Weed Is 3-5 Times Stronger Than It Was in the '70s

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Weed Is 3-5 Times Stronger Than It Was in Your Parents' Heyday

From a 1977 issue of High Times magazine.

If you tried to smoke as much pot today as the most bell-bottomed, patch-wearing, Mary Jane enthusiast smoked back in the ’70s, chances are you'd end up on your ass — or having a legendary existential freak-out á la Maureen Dowd.

The American Chemical Society has published a study showing how much marijuana has changed since the flower child generation, and like many technological advances over the past decades, it's evolved a lot.

“We’ve seen a big increase in marijuana potency compared to where it was 20 or 30 years ago,” said research director Dr. Andy LaFrate. “I would say the average potency of marijuana has probably increased by a factor of at least three. We’re looking at average potencies right now of around 20% THC.”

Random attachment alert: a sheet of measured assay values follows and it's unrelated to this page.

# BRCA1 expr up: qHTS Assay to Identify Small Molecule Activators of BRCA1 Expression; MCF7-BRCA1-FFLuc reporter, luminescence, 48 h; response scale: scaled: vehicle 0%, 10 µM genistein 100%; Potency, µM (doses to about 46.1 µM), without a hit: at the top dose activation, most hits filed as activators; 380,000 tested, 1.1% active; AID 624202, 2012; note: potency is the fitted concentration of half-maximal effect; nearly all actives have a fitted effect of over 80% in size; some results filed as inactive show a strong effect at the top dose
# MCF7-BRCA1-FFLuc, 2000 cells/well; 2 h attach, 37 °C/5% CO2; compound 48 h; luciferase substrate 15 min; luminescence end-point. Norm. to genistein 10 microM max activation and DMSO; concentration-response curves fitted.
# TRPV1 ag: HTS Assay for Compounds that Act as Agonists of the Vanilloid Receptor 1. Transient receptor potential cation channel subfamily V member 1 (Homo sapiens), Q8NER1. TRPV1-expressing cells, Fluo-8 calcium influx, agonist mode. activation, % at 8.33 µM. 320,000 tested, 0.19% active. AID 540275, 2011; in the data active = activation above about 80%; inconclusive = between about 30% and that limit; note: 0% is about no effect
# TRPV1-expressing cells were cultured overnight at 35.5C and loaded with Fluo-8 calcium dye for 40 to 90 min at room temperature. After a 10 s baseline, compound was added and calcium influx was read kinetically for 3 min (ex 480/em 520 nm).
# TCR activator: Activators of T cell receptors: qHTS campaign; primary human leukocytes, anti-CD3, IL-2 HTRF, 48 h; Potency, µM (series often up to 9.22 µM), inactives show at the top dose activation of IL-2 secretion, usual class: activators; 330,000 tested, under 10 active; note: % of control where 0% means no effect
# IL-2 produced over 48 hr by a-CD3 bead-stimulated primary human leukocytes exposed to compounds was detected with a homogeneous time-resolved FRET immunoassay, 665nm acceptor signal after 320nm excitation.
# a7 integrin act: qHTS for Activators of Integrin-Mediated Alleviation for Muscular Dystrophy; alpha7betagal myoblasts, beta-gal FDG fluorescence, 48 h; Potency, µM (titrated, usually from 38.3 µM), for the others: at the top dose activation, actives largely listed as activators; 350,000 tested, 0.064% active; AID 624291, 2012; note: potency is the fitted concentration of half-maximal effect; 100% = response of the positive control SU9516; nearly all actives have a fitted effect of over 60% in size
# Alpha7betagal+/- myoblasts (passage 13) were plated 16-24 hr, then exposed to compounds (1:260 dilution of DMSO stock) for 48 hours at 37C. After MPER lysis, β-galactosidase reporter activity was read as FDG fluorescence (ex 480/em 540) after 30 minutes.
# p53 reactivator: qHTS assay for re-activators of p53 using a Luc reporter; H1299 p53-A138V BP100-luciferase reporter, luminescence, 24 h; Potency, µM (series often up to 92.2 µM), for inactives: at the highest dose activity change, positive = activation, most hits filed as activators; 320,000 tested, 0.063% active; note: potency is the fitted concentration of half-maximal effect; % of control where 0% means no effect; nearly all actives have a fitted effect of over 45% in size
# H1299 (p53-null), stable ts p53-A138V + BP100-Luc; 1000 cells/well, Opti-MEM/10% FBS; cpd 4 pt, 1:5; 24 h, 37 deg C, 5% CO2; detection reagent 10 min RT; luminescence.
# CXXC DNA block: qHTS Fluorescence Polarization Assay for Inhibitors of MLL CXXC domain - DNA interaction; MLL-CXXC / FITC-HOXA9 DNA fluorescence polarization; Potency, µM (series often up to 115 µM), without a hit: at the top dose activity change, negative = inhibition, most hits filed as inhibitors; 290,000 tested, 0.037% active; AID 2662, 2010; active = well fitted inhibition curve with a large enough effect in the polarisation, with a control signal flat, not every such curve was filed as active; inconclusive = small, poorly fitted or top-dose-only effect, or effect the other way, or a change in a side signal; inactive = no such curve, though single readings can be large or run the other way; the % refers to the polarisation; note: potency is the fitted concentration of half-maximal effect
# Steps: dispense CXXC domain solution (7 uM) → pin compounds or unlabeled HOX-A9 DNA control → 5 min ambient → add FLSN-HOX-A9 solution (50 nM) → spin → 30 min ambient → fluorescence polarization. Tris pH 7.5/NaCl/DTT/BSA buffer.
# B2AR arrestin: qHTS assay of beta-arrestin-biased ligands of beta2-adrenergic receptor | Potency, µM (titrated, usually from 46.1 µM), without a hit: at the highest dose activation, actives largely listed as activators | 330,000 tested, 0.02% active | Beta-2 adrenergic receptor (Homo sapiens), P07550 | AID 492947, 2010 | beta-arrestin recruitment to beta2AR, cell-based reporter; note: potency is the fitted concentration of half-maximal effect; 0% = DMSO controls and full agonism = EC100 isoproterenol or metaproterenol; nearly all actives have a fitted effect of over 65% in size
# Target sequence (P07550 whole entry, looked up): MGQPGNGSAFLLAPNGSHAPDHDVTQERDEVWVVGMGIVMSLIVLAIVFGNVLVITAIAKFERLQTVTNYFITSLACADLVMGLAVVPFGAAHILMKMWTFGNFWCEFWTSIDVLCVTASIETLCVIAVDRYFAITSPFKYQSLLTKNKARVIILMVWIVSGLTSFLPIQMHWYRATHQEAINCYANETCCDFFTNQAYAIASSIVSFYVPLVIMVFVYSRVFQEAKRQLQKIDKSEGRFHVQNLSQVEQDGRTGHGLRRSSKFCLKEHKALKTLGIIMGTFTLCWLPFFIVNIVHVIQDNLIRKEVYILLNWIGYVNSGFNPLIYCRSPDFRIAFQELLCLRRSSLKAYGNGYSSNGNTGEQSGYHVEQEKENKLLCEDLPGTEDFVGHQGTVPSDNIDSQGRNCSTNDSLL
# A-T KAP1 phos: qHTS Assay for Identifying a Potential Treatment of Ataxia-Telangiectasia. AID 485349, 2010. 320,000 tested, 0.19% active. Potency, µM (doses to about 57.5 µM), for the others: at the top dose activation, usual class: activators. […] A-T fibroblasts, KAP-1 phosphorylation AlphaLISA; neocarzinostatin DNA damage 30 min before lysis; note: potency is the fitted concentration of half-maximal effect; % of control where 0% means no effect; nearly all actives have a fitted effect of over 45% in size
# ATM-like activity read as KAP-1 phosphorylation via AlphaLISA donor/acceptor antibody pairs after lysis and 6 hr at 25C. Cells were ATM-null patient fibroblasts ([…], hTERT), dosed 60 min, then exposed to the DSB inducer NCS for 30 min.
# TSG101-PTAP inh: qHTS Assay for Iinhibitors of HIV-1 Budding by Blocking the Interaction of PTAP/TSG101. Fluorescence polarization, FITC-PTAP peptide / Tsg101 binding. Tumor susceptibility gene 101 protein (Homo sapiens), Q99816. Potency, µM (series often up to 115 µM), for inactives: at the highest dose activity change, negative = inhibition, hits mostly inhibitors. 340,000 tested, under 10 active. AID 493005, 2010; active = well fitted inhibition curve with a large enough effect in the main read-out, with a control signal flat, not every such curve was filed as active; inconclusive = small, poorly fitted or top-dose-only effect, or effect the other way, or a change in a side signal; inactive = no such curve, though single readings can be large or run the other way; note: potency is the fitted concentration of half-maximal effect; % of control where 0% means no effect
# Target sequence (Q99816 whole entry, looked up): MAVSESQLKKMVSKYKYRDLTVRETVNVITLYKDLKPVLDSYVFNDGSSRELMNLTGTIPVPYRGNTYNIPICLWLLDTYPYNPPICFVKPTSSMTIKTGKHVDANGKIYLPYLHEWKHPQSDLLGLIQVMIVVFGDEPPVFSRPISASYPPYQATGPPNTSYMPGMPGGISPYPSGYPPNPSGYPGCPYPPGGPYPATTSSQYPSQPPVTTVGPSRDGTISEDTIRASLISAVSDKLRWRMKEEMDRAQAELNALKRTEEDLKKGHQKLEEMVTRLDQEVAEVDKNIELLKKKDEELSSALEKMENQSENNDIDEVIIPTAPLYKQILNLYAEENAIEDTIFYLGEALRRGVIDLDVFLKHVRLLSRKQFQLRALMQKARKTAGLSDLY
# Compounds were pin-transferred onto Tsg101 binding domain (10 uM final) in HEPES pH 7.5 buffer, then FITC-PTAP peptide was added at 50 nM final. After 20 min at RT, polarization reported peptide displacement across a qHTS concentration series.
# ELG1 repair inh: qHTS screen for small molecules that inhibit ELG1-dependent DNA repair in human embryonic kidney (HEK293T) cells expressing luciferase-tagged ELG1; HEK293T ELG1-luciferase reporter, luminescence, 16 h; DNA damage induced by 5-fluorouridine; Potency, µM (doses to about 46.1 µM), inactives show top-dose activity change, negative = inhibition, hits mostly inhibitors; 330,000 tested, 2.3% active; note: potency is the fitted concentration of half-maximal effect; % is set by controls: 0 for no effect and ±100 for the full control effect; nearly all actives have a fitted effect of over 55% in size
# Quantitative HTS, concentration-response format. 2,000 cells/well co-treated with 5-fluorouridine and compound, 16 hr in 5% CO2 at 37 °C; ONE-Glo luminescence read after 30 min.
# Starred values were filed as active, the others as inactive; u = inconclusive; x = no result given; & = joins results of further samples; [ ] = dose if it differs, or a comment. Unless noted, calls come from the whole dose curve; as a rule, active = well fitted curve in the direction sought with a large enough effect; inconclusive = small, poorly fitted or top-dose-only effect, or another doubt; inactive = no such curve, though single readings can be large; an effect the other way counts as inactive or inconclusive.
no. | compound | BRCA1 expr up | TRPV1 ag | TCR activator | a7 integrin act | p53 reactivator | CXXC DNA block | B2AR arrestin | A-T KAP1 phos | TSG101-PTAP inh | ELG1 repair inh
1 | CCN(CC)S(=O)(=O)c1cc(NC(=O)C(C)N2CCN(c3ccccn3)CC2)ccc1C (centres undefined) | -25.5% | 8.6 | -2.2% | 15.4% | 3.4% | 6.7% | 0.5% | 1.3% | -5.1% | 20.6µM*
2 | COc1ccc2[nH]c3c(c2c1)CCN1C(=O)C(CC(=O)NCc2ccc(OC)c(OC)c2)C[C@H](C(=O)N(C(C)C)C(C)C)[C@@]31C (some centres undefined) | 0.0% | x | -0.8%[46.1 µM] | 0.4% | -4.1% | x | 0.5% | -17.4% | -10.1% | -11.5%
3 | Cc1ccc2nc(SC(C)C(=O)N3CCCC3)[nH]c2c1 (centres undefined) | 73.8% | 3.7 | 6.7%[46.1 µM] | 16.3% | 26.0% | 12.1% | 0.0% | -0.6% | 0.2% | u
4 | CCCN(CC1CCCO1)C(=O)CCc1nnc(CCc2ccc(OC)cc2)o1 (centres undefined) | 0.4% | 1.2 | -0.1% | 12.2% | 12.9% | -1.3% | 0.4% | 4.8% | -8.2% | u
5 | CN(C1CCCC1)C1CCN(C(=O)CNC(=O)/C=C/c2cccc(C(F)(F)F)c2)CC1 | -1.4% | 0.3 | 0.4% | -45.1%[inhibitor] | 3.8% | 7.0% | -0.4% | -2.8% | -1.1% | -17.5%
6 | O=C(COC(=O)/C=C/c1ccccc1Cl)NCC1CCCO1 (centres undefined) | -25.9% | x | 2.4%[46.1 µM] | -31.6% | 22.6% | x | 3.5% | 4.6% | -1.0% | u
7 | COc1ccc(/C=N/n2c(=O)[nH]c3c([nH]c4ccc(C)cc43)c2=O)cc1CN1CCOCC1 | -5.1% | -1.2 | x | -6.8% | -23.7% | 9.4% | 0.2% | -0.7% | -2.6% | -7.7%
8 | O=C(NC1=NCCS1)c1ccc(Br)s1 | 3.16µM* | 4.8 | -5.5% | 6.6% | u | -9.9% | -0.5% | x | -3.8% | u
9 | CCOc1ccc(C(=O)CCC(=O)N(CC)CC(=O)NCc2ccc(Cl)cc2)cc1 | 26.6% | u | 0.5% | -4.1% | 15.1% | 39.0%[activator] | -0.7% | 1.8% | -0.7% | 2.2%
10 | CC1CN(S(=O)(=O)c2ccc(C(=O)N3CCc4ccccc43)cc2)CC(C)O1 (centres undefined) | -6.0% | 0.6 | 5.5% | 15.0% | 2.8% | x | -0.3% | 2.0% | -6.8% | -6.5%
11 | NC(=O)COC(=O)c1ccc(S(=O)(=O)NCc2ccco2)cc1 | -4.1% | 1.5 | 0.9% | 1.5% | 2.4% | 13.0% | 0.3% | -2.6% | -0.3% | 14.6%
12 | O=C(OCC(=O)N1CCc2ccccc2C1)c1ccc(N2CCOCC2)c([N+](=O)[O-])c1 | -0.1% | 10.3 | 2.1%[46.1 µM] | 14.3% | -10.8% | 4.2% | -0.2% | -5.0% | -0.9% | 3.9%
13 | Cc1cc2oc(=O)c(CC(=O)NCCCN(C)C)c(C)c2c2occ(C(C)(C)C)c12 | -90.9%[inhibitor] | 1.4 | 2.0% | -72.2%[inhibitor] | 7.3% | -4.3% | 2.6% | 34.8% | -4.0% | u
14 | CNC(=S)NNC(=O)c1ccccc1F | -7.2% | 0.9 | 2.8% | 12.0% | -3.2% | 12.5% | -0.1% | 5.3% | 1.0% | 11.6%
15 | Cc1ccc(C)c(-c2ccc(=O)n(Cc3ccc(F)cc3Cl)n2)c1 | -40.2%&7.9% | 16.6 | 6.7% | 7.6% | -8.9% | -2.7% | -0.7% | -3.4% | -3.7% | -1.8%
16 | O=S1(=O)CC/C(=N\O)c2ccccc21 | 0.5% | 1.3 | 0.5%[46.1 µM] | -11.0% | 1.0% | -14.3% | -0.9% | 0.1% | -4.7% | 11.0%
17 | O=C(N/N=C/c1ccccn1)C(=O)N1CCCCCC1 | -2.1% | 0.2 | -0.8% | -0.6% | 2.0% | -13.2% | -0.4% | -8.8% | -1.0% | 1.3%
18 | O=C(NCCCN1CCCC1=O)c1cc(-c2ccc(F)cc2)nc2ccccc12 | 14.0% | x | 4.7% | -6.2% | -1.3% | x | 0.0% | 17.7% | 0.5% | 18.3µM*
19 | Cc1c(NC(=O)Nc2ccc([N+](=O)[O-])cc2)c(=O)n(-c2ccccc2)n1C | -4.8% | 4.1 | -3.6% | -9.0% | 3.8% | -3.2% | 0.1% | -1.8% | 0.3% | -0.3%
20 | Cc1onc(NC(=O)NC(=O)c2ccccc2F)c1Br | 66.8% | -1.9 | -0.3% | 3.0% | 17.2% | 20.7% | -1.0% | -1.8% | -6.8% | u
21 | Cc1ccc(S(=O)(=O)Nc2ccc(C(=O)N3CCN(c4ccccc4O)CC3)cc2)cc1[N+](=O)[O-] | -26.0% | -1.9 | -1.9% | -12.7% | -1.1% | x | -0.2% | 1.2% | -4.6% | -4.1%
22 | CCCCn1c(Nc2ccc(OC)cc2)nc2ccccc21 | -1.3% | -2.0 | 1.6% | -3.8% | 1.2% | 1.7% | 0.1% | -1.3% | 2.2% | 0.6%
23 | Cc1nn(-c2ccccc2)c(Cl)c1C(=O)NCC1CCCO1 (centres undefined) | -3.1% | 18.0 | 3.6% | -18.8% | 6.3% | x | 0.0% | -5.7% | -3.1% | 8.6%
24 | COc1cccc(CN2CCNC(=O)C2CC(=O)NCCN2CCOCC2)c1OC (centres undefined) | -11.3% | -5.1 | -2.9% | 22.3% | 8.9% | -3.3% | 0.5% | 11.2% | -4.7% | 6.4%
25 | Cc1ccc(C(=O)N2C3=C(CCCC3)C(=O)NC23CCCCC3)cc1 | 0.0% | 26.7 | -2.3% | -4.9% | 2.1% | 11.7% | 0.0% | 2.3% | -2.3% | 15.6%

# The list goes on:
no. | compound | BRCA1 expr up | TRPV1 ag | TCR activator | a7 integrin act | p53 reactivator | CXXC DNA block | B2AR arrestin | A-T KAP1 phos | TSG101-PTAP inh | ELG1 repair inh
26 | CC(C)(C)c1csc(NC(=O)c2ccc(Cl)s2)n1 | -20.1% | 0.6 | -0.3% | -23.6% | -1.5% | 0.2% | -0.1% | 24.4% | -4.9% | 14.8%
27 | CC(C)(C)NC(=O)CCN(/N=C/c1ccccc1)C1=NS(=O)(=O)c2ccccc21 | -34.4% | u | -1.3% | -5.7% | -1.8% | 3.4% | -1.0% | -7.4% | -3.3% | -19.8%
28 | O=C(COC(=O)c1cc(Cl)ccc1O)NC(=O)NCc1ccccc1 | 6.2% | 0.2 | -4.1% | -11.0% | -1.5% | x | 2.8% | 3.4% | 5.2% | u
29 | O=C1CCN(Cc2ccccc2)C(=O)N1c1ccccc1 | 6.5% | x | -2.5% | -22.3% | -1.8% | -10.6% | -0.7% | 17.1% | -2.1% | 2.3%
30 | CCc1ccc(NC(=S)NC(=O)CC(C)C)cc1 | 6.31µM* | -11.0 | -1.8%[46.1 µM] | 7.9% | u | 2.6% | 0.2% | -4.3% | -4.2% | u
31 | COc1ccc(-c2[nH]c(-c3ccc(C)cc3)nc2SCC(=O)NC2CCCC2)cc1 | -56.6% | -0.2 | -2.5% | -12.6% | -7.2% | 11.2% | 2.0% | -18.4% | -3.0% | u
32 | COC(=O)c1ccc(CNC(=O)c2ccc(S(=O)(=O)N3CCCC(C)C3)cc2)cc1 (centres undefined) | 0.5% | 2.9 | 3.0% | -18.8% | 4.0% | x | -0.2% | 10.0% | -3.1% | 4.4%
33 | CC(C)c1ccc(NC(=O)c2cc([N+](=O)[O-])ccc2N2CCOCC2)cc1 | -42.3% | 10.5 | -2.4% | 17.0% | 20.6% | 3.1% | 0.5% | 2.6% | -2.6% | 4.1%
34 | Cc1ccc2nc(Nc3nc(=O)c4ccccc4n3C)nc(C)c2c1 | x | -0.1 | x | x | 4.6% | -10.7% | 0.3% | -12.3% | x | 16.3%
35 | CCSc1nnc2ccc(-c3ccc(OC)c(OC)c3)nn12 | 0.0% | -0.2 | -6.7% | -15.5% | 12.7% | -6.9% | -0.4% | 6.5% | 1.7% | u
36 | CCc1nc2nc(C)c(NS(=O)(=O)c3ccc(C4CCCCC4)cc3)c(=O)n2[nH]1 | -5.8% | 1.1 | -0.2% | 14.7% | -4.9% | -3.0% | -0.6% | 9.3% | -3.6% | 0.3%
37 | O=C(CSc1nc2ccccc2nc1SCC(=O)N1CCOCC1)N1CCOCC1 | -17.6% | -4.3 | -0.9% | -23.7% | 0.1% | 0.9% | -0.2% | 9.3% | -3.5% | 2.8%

In the 1980s, federal officials said the average level was around 4% THC. Take one look at the brown, dry shwag that was good enough for High Times to feature back in 1977, and the drastic increase in potency is not surprising. As marijuana has become more widely accepted and decriminalized, leaps in science and variations in grow methods have allowed cultivators to not only develop more potent strains, but also control cannabinoid ratios to treat different ailments.

“As far as potency goes, it’s been surprising how strong a lot of the marijuana is,” LaFrate said. “We’ve seen potency values close to 30% THC, which is huge.”

Nothing anyone was smoking decades ago came near that level of potency, which is important to remind your now-retired parents of when they decide they miss the good ol' days and go to rip a bong like they used to.